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--------------- Print Magazine --------------
 
  May 2016
 
  April 2016
 
 
 
 
PERMANENT IMPRINT LEADING CASES
 

Question of Citizenship is subject to Decision of Central Government

Government of Andhra Pradesh v. Syed Mohd. Khan , AIR 1962 SC 1778

Facts: A group of twenty-two appeals had been brought to the Supreme Court with certificates granted by the Andhra Pradesh High Court, and they challenged the correctness of the decision of the said High Court that rule 3 in Schedule 3 of the Citizenship Rules, 1956 was ultra vires . Twenty-two persons who were the respective respondents in these appeals filed twenty-two writ petitions in the Andhra Pradesh High Court challenging the validity of the orders passed by the appellant, Government of Andhra Pradesh, asking each one of them to remove themselves out of India before the date specified in the notices served on them in that behalf. It appeared that all the said persons had come to India with a passport issued in their favour by the Government of Pakistan, and the appellant's case before the High Court was that as a result of the conduct of the respondents in applying for and obtaining the Pakistani passport, they had lost the citizenship of India and had voluntarily acquired the citizenship of Pakistan. That was how the appellant justified the notices served on the respondents calling upon them to leave India.

The respondents, on the other hand, contended that section 9 of the Citizenship Act, 1955 (57 of 1955) and rule 3 in Schedule 3 of the Citizenship Rules were ultra vires and they urged that they had not acquired the citizenship of Pakistan and continued to be the citizens of India. These writ petitions were tried by Bhimasankaram, J. The learned Judge held that the impugned section and the rule were intra vires and he came to the conclusion that as a result of section 9 read with rule 3 in Schedule 3 of the Citizenship Rules, as soon as it was shown that a person had acquired a passport from the Pakistan Government, there was an automatic statutory cesser of his citizenship of India. As a result, the learned Judge upheld the validity of the orders of deportation passed by the appellant against the respondents and dismissed the writ petitions without costs.

This decision was challenged by the respondents by preferring 22 appeals before a Division Bench of the Andhra Pradesh High Court. The Division Bench which heard these appeals held that section 9 was intra vires , but found that rule 3 of Schedule 3 of the Citizenship Rules was ultra vires . In its opinion, the said rule was outside the authority conferred on the Central Government by section 9(1) and it also contravened Article 19 of the Constitution of India. The consequence of these findings inevitably was that the orders of deportation passed by the appellant against the respondents were held to be invalid. That was why the appeals preferred by the respondents were allowed and a writ of mandamus was issued directing the appellant to forbear from enforcing the said orders of deportation.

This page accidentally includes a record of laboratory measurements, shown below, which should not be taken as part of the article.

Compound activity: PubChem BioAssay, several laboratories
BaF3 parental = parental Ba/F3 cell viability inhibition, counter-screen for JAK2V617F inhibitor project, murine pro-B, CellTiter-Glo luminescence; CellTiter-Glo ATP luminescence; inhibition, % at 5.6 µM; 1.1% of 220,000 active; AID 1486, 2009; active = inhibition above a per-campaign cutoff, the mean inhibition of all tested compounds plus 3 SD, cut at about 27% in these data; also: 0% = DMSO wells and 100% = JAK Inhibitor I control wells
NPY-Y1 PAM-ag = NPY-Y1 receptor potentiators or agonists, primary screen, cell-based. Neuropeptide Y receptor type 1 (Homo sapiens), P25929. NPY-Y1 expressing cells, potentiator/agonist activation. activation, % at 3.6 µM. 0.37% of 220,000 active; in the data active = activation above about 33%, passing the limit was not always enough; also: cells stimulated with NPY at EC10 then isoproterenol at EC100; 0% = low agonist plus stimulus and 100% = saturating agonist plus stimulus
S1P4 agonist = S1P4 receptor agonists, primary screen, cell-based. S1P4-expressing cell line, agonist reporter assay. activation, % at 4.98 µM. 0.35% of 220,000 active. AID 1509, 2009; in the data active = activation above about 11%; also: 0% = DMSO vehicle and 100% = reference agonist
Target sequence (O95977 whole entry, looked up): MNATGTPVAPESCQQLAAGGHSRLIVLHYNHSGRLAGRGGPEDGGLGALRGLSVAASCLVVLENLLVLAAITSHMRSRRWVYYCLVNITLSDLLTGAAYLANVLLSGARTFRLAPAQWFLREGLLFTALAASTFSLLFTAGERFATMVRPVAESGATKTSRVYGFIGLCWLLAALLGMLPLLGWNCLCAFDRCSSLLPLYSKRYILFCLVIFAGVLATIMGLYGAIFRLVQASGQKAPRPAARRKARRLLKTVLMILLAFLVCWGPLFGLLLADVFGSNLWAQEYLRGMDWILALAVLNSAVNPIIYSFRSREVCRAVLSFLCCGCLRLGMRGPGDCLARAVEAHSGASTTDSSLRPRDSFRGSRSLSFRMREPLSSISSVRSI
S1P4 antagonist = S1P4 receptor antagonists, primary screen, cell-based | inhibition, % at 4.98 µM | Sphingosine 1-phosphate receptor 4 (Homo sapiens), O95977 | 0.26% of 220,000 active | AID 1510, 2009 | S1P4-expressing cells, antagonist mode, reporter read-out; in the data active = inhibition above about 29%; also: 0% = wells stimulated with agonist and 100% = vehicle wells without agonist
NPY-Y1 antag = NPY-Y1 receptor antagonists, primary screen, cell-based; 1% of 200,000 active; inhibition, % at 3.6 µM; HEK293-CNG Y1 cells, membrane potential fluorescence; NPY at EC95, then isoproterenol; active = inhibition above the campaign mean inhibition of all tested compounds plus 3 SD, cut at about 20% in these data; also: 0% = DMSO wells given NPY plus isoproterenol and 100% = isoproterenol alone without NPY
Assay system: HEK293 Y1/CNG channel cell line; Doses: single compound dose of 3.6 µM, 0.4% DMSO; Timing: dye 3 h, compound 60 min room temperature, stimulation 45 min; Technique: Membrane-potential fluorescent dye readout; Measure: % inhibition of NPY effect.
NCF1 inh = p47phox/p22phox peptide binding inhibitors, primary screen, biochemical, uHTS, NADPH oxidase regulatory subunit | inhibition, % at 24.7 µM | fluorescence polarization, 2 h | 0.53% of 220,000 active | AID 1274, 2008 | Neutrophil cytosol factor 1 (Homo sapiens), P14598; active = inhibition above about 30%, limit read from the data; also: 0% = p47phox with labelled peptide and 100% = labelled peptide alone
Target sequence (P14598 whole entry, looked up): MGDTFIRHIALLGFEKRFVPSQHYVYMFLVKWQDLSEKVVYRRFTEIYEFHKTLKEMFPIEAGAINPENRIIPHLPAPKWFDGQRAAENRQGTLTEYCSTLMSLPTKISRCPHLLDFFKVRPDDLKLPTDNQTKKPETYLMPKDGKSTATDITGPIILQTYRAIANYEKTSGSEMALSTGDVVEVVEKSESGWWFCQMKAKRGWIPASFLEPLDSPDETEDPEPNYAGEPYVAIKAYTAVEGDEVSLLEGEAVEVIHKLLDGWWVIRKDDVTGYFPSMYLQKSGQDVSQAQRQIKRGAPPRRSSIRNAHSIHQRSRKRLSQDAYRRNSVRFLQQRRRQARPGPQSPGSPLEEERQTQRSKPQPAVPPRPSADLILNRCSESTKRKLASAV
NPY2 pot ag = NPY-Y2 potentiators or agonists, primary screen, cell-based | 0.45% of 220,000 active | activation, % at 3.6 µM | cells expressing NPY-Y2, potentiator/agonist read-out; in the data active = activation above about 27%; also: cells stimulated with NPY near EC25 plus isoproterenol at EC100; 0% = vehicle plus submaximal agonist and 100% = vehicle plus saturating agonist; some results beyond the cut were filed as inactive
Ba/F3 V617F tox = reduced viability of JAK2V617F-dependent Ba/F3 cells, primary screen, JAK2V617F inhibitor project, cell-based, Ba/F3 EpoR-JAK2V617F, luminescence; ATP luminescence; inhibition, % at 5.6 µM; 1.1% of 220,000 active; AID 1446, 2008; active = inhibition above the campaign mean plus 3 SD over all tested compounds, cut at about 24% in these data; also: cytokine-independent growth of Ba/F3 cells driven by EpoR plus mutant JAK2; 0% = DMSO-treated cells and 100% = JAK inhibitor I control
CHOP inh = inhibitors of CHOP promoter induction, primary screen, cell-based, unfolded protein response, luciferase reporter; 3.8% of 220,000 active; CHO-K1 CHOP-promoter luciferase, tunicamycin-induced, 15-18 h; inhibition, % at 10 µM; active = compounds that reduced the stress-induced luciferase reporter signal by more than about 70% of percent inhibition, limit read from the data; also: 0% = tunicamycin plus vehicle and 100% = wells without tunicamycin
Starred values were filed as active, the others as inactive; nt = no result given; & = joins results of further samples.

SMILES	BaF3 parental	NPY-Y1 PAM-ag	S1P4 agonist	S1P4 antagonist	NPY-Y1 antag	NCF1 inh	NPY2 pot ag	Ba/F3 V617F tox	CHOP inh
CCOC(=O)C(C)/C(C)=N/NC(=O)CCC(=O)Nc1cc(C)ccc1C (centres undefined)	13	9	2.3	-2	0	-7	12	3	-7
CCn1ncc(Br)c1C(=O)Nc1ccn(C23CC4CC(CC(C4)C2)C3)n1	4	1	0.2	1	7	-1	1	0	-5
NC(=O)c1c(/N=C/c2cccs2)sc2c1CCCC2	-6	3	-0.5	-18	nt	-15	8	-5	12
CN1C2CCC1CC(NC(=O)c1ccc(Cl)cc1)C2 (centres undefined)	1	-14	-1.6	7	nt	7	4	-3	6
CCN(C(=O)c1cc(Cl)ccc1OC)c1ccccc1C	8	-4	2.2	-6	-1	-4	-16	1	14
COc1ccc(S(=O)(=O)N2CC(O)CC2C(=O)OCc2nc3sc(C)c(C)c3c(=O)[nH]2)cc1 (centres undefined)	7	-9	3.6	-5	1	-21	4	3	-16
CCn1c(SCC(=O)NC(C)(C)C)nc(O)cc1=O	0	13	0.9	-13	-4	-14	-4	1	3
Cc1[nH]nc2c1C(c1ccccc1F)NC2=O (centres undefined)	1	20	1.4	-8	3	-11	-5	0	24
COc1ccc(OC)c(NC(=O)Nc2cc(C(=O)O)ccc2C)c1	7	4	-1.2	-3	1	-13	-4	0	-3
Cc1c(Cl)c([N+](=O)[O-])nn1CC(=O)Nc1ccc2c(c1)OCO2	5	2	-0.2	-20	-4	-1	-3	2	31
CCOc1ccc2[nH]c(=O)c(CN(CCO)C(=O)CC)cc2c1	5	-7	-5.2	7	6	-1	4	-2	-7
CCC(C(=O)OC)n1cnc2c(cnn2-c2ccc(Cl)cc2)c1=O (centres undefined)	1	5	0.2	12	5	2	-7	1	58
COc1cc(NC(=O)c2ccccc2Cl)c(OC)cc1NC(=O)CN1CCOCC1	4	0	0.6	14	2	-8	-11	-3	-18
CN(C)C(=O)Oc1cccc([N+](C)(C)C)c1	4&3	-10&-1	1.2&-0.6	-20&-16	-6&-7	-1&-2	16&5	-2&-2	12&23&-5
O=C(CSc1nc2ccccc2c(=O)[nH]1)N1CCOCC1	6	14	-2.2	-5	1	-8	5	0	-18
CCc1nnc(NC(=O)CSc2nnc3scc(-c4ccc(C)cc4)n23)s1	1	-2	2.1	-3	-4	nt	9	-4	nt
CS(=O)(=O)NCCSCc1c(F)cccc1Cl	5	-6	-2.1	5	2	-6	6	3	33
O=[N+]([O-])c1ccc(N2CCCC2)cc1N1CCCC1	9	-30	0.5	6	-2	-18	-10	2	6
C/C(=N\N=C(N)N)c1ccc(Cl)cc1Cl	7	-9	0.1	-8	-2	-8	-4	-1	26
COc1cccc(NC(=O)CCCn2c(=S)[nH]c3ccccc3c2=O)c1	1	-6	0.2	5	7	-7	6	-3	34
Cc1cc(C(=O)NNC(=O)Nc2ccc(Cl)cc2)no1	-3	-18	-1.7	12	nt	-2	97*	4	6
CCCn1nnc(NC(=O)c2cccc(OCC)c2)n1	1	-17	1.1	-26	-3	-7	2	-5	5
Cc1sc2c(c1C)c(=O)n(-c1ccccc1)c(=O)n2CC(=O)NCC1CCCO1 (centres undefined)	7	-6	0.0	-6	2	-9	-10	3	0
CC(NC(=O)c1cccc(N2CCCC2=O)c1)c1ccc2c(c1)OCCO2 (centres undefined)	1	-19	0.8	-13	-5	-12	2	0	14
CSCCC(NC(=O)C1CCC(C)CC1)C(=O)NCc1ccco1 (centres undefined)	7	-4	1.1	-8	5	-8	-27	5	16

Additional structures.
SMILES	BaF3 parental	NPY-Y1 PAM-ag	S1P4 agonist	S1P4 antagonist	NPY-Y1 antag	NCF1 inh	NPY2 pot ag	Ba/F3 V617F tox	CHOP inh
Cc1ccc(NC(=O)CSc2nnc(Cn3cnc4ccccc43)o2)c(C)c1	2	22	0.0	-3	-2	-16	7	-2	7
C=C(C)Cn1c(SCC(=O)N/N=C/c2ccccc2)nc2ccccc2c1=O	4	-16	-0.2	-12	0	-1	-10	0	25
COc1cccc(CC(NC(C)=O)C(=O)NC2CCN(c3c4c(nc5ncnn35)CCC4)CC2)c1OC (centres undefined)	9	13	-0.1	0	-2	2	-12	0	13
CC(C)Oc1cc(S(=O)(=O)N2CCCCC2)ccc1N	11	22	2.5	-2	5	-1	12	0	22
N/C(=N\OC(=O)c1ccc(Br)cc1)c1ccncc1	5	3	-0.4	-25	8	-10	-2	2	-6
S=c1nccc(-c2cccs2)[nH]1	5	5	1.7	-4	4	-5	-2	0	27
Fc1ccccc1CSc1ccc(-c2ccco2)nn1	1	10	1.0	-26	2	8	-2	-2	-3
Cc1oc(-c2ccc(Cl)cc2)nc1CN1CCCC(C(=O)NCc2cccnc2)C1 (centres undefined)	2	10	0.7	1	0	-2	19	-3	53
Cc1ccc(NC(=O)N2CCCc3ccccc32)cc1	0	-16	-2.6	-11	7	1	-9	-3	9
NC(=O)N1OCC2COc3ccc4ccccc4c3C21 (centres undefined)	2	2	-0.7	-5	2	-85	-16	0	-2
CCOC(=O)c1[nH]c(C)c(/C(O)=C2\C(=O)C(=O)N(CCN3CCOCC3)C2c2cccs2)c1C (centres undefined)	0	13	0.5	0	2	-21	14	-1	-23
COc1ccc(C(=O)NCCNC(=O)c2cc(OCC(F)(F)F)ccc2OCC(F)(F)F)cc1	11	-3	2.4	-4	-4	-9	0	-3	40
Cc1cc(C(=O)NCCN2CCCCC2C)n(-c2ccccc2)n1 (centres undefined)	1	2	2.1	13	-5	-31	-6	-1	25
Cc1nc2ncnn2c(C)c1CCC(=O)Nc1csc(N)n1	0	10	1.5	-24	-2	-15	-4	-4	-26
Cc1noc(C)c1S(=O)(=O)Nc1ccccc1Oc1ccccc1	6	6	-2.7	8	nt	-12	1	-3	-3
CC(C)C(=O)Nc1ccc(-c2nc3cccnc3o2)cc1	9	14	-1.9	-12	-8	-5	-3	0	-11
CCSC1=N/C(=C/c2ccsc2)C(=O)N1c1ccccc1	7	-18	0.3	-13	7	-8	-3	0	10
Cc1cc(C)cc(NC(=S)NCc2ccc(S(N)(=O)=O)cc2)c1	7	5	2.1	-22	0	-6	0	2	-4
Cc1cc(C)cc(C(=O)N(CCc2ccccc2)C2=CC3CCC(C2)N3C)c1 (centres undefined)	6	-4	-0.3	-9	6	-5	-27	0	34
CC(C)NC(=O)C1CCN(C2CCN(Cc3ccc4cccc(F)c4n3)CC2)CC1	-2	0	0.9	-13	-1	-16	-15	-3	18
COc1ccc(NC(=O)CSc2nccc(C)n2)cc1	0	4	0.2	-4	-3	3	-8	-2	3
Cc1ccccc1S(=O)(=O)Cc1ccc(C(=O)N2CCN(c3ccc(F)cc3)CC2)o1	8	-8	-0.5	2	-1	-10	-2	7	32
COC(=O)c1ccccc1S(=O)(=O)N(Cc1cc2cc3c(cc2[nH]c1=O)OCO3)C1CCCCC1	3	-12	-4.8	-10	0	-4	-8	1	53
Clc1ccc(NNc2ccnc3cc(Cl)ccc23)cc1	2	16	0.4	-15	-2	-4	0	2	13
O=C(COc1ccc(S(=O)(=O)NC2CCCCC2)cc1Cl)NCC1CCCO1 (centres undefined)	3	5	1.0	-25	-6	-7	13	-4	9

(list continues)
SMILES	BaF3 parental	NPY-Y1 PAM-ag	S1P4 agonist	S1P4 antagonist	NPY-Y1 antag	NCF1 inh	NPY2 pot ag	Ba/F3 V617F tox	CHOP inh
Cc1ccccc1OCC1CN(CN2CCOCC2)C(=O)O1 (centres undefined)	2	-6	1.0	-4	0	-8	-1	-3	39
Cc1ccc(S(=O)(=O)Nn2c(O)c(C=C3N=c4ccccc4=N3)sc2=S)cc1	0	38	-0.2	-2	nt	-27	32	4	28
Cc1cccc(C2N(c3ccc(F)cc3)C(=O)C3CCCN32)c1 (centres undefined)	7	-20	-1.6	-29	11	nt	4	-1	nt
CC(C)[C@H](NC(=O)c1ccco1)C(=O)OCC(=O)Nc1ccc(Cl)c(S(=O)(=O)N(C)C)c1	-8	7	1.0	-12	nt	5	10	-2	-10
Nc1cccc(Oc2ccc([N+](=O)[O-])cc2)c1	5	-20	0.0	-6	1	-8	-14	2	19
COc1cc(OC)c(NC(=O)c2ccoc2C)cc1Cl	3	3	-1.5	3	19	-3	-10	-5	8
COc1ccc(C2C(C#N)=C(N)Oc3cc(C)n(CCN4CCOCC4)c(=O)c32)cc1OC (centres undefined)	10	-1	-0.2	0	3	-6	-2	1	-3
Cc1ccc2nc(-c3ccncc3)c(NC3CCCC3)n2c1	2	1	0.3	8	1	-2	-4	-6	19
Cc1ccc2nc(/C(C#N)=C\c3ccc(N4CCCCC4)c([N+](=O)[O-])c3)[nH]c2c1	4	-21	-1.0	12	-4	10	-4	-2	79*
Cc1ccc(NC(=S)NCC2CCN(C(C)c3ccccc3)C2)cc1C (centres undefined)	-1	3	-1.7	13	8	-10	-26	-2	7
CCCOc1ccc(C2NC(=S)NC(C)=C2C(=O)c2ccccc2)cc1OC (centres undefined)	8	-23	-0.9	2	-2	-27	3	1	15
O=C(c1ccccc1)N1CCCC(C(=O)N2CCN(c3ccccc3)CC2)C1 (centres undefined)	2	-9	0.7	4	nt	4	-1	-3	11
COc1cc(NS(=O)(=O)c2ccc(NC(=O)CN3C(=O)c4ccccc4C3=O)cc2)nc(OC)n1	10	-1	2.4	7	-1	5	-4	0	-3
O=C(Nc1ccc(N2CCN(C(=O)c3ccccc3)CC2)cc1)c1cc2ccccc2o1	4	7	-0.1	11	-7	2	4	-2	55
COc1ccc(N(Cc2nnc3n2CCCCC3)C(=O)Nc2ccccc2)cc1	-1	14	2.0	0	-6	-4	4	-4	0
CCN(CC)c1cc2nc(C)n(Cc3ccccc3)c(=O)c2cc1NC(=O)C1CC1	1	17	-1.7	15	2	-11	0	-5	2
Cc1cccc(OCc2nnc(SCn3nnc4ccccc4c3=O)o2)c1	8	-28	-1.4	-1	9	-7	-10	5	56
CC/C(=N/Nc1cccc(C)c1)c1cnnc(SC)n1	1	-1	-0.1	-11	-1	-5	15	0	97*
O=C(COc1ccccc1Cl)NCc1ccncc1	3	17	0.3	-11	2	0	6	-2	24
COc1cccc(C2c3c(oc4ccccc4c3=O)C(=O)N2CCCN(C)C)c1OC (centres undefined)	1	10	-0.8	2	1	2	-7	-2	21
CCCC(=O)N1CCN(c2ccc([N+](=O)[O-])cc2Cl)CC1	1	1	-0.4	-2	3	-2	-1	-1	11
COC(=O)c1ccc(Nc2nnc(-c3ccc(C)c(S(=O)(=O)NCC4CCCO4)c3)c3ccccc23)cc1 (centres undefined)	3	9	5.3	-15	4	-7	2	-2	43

The Andhra Pradesh High Court had also observed that under the Citizenship Act and the Rules framed thereunder, the Central Government had been constituted as a Special Tribunal for deciding the question as to whether a person had acquired the citizenship of a foreign country or not, and so, before issuing the orders of deportation, it was necessary that the appellant should have obtained a decision of the Central Government on the point about the status of the respondents. The High Court accordingly made it clear that its decision in the appeals in question would not preclude the Central Government from determining the question whether the respondents have voluntarily acquired the citizenship of another country within the meaning of section 9(1), but it added that in deciding the question, the Central Government must ignore rule 3 of Schedule 3 which, in its opinion, was ultra vires . It is against this decision of the Division Bench about the invalidity of the impugned rule that the appellant had come to the Supreme Court.

Issue: Whether the Citizenship Act, 1955 and its impunged Rules, 1956 are intra vires and valid?

Judgment: It might be that if a passport from a foreign Government was obtained by a citizen and the case fell under the impugned rule, the conclusion may follow that he has acquired the citizenship of the foreign country; but that conclusion could be drawn only by the appropriate authority authorised under the Act to enquire into the question. Therefore, there was no doubt that in all cases where action was proposed to be taken against persons residing in this country on the ground that they have acquired the citizenship of a foreign State and had lost in consequence the citizenship of this country, it was essential that that question should be first considered by the Central Government. In dealing with the question, the Central Government would undoubtedly be entitled to give effect to the impugned rule 3 in Schedule 3 and deal with the matter in accordance with the other relevant Rules framed under the Act. The decision of the Central Government about the status of the person was the basis on which any further action could be taken against him. Therefore, there was no substance in the argument that the orders of deportation passed by the appellant against the respondents should be sustained even without an enquiry by the Central Government about their status. That was why the Court thought, in substance, the direction of the High Court was right, though the High Court was in error in holding that the Central Government should hold the enquiry without reference to rule 3.

And also it was held that the Citizenship Act of 1955 and its impunged Rules of 1956 are intra vires and valid.

 

 
 
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